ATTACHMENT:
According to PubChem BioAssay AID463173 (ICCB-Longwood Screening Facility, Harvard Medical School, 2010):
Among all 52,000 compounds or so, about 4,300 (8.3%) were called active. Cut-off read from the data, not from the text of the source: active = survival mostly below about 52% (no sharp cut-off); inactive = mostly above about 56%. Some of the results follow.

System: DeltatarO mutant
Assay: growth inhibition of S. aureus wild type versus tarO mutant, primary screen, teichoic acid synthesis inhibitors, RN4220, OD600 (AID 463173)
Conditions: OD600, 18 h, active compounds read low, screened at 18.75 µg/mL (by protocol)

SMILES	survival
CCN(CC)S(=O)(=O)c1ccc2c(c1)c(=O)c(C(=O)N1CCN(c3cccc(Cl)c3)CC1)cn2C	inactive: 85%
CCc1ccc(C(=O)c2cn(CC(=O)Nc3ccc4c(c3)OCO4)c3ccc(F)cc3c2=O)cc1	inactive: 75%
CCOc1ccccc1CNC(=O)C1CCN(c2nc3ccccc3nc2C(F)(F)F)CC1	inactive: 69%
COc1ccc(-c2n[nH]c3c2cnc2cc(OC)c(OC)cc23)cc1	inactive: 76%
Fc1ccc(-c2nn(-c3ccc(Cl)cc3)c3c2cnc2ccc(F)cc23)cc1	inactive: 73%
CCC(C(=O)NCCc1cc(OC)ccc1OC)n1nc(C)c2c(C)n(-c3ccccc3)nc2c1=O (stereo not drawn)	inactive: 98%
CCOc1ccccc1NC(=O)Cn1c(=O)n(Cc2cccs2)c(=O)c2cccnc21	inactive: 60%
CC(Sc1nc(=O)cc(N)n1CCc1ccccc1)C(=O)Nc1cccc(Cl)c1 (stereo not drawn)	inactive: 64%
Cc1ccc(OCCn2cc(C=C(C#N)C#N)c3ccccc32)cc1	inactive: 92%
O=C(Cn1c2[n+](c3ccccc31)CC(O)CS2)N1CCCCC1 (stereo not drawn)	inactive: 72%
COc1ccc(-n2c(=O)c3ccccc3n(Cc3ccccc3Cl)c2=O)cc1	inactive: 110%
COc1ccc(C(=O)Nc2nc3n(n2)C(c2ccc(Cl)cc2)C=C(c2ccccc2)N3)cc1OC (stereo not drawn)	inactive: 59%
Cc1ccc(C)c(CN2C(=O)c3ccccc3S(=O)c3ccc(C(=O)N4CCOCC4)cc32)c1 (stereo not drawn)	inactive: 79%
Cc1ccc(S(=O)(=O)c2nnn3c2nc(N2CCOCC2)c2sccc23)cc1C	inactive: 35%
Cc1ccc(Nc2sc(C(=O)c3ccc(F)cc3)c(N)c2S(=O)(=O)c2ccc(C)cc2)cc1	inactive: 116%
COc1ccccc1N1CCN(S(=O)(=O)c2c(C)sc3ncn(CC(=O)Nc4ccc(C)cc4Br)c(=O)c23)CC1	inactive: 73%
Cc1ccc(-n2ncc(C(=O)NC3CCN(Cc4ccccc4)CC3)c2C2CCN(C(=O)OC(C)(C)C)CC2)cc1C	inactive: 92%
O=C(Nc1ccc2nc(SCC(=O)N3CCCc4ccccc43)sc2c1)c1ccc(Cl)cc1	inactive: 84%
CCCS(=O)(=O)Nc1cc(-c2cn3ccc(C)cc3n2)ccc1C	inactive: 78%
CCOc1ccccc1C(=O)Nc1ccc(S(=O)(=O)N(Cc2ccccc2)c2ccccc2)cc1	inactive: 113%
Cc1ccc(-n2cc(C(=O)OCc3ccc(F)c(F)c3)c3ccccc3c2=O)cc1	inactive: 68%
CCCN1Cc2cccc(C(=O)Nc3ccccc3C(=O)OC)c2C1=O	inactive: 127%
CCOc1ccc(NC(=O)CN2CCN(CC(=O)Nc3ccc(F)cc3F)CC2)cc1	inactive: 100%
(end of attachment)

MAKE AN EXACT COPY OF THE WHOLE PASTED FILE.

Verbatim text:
According to PubChem BioAssay AID463173 (ICCB-Longwood Screening Facility, Harvard Medical School, 2010):
Among all 52,000 compounds or so, about 4,300 (8.3%) were called active. Cut-off read from the data, not from the text of the source: active = survival mostly below about 52% (no sharp cut-off); inactive = mostly above about 56%. Some of the results follow.

System: DeltatarO mutant
Assay: growth inhibition of S. aureus wild type versus tarO mutant, primary screen, teichoic acid synthesis inhibitors, RN4220, OD600 (AID 463173)
Conditions: OD600, 18 h, active compounds read low, screened at 18.75 µg/mL (by protocol)

SMILES	survival
CCN(CC)S(=O)(=O)c1ccc2c(c1)c(=O)c(C(=O)N1CCN(c3cccc(Cl)c3)CC1)cn2C	inactive: 85%
CCc1ccc(C(=O)c2cn(CC(=O)Nc3ccc4c(c3)OCO4)c3ccc(F)cc3c2=O)cc1	inactive: 75%
CCOc1ccccc1CNC(=O)C1CCN(c2nc3ccccc3nc2C(F)(F)F)CC1	inactive: 69%
COc1ccc(-c2n[nH]c3c2cnc2cc(OC)c(OC)cc23)cc1	inactive: 76%
Fc1ccc(-c2nn(-c3ccc(Cl)cc3)c3c2cnc2ccc(F)cc23)cc1	inactive: 73%
CCC(C(=O)NCCc1cc(OC)ccc1OC)n1nc(C)c2c(C)n(-c3ccccc3)nc2c1=O (stereo not drawn)	inactive: 98%
CCOc1ccccc1NC(=O)Cn1c(=O)n(Cc2cccs2)c(=O)c2cccnc21	inactive: 60%
CC(Sc1nc(=O)cc(N)n1CCc1ccccc1)C(=O)Nc1cccc(Cl)c1 (stereo not drawn)	inactive: 64%
Cc1ccc(OCCn2cc(C=C(C#N)C#N)c3ccccc32)cc1	inactive: 92%
O=C(Cn1c2[n+](c3ccccc31)CC(O)CS2)N1CCCCC1 (stereo not drawn)	inactive: 72%
COc1ccc(-n2c(=O)c3ccccc3n(Cc3ccccc3Cl)c2=O)cc1	inactive: 110%
COc1ccc(C(=O)Nc2nc3n(n2)C(c2ccc(Cl)cc2)C=C(c2ccccc2)N3)cc1OC (stereo not drawn)	inactive: 59%
Cc1ccc(C)c(CN2C(=O)c3ccccc3S(=O)c3ccc(C(=O)N4CCOCC4)cc32)c1 (stereo not drawn)	inactive: 79%
Cc1ccc(S(=O)(=O)c2nnn3c2nc(N2CCOCC2)c2sccc23)cc1C	inactive: 35%
Cc1ccc(Nc2sc(C(=O)c3ccc(F)cc3)c(N)c2S(=O)(=O)c2ccc(C)cc2)cc1	inactive: 116%
COc1ccccc1N1CCN(S(=O)(=O)c2c(C)sc3ncn(CC(=O)Nc4ccc(C)cc4Br)c(=O)c23)CC1	inactive: 73%
Cc1ccc(-n2ncc(C(=O)NC3CCN(Cc4ccccc4)CC3)c2C2CCN(C(=O)OC(C)(C)C)CC2)cc1C	inactive: 92%
O=C(Nc1ccc2nc(SCC(=O)N3CCCc4ccccc43)sc2c1)c1ccc(Cl)cc1	inactive: 84%
CCCS(=O)(=O)Nc1cc(-c2cn3ccc(C)cc3n2)ccc1C	inactive: 78%
CCOc1ccccc1C(=O)Nc1ccc(S(=O)(=O)N(Cc2ccccc2)c2ccccc2)cc1	inactive: 113%
Cc1ccc(-n2cc(C(=O)OCc3ccc(F)c(F)c3)c3ccccc3c2=O)cc1	inactive: 68%
CCCN1Cc2cccc(C(=O)Nc3ccccc3C(=O)OC)c2C1=O	inactive: 127%
CCOc1ccc(NC(=O)CN2CCN(CC(=O)Nc3ccc(F)cc3F)CC2)cc1	inactive: 100%